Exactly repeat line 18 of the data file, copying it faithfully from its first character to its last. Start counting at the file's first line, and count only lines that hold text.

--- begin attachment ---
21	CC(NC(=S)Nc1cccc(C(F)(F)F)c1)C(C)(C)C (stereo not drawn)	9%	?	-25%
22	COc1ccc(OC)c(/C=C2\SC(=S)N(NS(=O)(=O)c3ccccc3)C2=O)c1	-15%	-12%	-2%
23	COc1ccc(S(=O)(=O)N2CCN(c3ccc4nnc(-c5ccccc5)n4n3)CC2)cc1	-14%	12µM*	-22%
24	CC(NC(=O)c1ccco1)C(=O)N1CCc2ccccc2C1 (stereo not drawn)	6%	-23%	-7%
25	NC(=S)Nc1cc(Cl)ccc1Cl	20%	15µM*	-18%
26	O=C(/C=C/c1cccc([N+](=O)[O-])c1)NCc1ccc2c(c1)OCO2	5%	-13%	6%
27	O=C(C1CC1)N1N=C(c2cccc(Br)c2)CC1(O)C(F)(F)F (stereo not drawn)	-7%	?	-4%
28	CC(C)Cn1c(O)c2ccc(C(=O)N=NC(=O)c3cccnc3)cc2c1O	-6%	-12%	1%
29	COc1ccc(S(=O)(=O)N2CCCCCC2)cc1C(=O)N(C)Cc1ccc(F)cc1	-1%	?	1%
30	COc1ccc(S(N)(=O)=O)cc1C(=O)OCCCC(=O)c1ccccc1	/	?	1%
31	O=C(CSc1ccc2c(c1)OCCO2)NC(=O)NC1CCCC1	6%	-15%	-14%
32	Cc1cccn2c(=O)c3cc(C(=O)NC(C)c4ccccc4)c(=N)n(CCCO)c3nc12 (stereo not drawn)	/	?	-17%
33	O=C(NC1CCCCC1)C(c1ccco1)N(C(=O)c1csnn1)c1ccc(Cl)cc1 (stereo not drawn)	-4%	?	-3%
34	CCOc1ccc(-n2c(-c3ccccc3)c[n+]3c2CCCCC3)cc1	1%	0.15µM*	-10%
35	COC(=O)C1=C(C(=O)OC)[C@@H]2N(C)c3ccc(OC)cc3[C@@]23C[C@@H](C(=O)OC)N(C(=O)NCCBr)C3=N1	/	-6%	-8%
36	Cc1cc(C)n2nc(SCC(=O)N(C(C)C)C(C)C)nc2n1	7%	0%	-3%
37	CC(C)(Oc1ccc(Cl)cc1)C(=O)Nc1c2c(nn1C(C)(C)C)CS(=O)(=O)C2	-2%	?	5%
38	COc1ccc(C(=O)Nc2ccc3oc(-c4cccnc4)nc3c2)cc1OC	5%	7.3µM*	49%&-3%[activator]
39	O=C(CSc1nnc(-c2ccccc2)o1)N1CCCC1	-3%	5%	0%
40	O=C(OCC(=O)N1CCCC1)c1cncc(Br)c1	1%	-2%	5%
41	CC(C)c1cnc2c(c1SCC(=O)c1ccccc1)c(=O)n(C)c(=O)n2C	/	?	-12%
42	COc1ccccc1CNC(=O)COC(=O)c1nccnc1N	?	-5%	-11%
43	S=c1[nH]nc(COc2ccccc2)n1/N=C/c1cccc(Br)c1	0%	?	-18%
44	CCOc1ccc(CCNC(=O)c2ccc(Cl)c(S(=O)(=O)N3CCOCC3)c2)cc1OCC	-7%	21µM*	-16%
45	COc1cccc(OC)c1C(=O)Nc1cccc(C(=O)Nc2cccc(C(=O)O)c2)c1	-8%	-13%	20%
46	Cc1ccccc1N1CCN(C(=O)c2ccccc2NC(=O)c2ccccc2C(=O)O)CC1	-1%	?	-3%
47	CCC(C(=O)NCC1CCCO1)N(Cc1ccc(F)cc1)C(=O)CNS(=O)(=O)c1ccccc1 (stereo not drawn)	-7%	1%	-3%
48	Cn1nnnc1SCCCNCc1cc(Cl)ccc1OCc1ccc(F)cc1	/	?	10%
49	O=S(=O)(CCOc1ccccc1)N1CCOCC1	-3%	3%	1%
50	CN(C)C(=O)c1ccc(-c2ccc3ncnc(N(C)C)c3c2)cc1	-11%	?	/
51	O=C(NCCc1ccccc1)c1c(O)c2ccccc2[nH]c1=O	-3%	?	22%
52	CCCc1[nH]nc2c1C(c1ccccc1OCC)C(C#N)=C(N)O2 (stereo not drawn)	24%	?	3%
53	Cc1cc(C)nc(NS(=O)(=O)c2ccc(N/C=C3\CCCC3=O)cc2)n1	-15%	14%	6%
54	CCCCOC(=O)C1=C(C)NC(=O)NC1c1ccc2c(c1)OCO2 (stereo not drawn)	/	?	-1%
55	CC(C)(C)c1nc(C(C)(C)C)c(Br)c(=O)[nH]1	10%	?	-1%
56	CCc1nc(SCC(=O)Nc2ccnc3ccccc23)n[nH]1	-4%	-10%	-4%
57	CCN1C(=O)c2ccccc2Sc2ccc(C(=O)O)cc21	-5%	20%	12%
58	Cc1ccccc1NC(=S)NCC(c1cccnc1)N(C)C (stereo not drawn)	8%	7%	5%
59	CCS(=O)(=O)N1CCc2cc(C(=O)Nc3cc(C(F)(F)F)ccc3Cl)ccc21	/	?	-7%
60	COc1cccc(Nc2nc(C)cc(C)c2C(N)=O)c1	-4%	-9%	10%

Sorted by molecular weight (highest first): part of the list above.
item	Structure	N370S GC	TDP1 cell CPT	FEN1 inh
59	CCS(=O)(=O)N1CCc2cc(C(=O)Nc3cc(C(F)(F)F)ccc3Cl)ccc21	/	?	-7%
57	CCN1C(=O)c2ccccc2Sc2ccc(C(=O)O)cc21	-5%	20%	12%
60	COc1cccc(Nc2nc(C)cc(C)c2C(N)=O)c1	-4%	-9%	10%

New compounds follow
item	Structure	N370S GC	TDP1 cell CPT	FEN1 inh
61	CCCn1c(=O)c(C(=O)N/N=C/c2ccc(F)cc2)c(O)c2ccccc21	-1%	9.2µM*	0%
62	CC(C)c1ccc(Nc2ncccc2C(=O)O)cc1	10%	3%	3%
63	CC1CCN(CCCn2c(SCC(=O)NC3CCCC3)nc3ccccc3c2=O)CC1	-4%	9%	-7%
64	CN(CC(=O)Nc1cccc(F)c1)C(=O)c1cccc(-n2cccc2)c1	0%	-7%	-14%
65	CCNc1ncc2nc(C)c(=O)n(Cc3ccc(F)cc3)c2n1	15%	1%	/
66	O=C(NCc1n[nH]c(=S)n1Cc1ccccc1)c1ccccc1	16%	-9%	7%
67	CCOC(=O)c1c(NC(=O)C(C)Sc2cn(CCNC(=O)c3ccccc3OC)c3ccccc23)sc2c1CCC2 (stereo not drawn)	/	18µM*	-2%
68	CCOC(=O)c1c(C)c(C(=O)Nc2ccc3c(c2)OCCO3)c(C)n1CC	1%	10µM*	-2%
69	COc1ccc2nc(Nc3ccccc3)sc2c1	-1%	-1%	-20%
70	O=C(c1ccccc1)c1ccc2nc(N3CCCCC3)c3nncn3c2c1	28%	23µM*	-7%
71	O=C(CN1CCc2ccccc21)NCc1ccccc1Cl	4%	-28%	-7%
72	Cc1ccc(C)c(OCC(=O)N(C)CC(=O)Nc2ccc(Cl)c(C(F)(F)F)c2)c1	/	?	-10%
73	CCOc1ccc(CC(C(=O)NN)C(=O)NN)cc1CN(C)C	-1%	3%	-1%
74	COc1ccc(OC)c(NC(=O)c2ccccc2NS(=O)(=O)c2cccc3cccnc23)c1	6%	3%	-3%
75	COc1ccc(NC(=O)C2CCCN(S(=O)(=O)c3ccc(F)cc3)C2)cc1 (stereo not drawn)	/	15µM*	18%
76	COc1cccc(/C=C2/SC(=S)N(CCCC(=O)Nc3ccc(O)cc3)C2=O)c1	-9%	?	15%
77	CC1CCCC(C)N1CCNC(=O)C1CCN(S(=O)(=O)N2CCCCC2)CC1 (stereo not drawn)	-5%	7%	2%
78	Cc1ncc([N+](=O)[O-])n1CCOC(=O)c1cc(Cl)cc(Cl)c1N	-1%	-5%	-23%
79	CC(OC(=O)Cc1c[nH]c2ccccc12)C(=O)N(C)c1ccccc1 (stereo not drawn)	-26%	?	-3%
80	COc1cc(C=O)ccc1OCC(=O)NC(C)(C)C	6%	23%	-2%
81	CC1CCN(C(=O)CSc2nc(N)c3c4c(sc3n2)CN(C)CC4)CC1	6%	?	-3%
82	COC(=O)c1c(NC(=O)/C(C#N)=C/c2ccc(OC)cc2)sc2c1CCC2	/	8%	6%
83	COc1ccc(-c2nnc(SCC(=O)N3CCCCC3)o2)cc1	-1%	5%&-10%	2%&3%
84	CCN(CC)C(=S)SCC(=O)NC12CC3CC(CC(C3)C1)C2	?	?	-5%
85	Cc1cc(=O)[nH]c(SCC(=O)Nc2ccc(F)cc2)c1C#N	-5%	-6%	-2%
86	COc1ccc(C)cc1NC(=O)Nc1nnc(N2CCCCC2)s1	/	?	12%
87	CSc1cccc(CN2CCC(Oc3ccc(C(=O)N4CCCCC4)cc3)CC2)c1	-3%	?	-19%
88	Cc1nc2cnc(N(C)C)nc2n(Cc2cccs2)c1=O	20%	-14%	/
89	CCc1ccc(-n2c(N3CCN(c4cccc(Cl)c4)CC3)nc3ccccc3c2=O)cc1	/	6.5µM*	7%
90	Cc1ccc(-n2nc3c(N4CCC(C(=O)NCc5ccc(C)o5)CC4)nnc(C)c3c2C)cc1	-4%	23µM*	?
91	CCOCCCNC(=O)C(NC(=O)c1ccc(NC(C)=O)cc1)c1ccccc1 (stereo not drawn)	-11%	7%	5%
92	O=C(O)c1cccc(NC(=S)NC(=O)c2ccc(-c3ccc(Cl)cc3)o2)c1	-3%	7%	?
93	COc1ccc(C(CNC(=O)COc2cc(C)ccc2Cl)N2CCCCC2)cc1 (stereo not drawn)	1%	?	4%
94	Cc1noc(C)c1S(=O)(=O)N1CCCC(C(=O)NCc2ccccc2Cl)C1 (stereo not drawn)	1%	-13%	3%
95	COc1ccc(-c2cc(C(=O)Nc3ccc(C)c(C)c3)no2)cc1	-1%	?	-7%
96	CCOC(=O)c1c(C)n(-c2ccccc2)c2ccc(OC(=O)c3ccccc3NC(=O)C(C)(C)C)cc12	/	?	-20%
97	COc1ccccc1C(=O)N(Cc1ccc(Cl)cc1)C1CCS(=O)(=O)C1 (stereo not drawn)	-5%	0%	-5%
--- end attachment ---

38	COc1ccc(C(=O)Nc2ccc3oc(-c4cccnc4)nc3c2)cc1OC	5%	7.3µM*	49%&-3%[activator]